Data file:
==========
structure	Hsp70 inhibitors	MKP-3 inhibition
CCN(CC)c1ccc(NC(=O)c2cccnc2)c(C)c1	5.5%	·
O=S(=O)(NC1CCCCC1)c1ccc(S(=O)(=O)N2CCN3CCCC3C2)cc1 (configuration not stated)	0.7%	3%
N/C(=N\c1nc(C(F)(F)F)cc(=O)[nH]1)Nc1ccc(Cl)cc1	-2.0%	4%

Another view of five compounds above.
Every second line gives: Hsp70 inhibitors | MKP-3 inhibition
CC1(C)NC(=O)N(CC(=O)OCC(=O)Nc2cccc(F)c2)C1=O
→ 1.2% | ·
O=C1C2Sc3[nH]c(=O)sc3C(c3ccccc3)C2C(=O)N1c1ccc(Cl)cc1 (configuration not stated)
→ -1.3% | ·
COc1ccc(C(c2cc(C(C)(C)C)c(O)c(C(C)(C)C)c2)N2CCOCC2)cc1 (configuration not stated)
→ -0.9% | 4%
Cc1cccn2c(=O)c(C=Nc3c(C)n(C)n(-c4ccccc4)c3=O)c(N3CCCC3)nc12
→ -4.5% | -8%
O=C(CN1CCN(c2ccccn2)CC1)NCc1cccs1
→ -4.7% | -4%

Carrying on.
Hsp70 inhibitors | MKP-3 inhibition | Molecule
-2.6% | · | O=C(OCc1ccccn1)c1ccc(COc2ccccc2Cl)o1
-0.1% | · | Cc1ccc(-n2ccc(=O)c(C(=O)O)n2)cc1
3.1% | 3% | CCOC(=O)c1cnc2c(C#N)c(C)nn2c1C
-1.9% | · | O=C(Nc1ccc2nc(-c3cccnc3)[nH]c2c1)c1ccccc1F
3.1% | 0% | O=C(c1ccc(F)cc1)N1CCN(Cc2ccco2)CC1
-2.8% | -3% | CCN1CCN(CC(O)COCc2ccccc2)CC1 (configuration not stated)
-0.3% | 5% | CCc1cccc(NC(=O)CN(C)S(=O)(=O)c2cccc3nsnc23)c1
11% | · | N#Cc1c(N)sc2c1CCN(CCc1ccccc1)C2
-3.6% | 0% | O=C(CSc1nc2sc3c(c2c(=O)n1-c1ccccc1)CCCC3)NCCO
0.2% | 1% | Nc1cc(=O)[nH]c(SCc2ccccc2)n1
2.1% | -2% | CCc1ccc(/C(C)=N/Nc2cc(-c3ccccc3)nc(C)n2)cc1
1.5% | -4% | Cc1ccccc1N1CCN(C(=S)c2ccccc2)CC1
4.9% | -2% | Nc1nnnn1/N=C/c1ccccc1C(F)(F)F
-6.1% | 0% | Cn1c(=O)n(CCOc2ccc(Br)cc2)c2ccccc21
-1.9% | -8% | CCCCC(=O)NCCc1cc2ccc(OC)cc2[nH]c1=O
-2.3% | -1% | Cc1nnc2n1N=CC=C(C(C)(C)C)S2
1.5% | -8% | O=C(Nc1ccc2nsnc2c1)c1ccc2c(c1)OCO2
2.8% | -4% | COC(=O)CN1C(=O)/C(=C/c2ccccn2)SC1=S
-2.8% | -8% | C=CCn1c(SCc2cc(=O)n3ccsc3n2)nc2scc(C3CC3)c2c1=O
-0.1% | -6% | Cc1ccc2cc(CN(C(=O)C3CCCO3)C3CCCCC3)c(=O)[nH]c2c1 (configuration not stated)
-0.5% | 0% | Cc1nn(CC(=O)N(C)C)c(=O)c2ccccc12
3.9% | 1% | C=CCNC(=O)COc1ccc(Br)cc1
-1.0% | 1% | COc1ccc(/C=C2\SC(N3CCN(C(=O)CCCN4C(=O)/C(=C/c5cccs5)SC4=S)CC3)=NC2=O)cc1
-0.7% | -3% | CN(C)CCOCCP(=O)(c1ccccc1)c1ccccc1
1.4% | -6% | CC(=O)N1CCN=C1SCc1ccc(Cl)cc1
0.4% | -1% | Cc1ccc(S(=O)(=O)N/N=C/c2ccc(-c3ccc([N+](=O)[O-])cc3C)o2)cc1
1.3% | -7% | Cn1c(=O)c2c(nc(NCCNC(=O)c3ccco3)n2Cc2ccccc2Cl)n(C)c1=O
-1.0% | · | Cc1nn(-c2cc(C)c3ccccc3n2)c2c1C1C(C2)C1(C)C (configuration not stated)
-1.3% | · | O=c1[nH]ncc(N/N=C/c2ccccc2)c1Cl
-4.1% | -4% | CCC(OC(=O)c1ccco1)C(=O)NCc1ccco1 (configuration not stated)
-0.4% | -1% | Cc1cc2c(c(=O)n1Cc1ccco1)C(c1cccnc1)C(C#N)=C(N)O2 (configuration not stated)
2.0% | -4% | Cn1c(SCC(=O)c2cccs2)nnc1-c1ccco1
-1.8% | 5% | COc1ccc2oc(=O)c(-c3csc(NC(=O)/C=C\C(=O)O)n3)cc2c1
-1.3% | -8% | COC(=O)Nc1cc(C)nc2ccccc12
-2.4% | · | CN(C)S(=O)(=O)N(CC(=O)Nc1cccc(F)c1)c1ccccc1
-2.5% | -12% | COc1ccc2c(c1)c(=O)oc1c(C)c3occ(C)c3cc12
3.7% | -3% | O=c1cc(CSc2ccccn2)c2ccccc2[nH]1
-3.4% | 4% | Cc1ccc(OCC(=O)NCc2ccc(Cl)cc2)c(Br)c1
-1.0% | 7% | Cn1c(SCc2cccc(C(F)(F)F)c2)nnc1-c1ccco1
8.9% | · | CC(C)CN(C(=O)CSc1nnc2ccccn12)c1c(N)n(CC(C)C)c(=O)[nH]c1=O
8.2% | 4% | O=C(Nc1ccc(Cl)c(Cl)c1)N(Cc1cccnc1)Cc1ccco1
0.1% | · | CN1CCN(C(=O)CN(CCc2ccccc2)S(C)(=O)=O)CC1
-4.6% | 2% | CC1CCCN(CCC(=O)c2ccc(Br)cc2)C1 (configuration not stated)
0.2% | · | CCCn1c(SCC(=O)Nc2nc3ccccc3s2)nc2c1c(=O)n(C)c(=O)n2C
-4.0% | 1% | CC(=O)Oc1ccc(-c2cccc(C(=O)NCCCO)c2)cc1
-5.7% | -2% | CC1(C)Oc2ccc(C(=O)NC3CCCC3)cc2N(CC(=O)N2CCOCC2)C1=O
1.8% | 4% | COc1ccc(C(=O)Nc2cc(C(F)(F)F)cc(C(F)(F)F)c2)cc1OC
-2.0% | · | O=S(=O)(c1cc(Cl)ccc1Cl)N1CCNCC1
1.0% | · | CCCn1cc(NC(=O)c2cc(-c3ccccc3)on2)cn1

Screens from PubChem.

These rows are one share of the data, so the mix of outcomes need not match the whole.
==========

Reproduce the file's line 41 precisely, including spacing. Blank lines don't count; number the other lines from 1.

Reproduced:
-1.0% | 1% | COc1ccc(/C=C2\SC(N3CCN(C(=O)CCCN4C(=O)/C(=C/c5cccs5)SC4=S)CC3)=NC2=O)cc1